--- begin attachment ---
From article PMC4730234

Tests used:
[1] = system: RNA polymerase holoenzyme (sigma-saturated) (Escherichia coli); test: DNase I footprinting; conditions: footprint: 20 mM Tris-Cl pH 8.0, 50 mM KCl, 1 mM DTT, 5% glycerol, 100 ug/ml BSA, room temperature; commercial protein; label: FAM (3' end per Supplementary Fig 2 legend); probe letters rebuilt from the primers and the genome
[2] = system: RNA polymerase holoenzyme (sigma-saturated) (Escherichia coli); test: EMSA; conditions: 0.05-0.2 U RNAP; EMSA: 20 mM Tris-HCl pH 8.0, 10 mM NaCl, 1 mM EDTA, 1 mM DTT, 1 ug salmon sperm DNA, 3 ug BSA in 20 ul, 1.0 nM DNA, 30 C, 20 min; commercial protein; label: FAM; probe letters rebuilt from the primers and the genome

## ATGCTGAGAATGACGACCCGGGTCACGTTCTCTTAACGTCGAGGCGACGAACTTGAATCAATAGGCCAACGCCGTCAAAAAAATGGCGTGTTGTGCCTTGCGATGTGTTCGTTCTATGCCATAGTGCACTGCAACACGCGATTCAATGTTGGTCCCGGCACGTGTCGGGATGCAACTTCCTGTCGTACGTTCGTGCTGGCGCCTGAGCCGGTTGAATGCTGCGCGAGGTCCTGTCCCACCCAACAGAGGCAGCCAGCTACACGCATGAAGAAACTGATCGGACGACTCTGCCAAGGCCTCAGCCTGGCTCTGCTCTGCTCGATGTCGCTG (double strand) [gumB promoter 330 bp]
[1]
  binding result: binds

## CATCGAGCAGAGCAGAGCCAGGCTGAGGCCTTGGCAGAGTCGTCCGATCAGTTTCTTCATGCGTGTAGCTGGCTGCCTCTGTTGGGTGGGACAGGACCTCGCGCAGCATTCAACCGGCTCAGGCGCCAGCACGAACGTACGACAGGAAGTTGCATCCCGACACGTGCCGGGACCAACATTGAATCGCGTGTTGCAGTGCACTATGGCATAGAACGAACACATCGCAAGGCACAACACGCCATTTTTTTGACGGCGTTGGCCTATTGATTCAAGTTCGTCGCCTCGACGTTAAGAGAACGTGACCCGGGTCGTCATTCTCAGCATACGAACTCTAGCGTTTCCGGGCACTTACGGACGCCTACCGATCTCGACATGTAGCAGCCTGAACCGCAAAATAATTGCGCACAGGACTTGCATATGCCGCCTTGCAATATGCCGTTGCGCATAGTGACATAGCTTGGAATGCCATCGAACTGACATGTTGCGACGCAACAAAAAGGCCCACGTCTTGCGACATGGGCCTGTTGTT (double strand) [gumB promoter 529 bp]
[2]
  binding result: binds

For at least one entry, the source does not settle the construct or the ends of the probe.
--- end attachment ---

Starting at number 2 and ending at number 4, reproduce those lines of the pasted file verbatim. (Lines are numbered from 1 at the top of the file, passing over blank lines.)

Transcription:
Tests used:
[1] = system: RNA polymerase holoenzyme (sigma-saturated) (Escherichia coli); test: DNase I footprinting; conditions: footprint: 20 mM Tris-Cl pH 8.0, 50 mM KCl, 1 mM DTT, 5% glycerol, 100 ug/ml BSA, room temperature; commercial protein; label: FAM (3' end per Supplementary Fig 2 legend); probe letters rebuilt from the primers and the genome
[2] = system: RNA polymerase holoenzyme (sigma-saturated) (Escherichia coli); test: EMSA; conditions: 0.05-0.2 U RNAP; EMSA: 20 mM Tris-HCl pH 8.0, 10 mM NaCl, 1 mM EDTA, 1 mM DTT, 1 ug salmon sperm DNA, 3 ug BSA in 20 ul, 1.0 nM DNA, 30 C, 20 min; commercial protein; label: FAM; probe letters rebuilt from the primers and the genome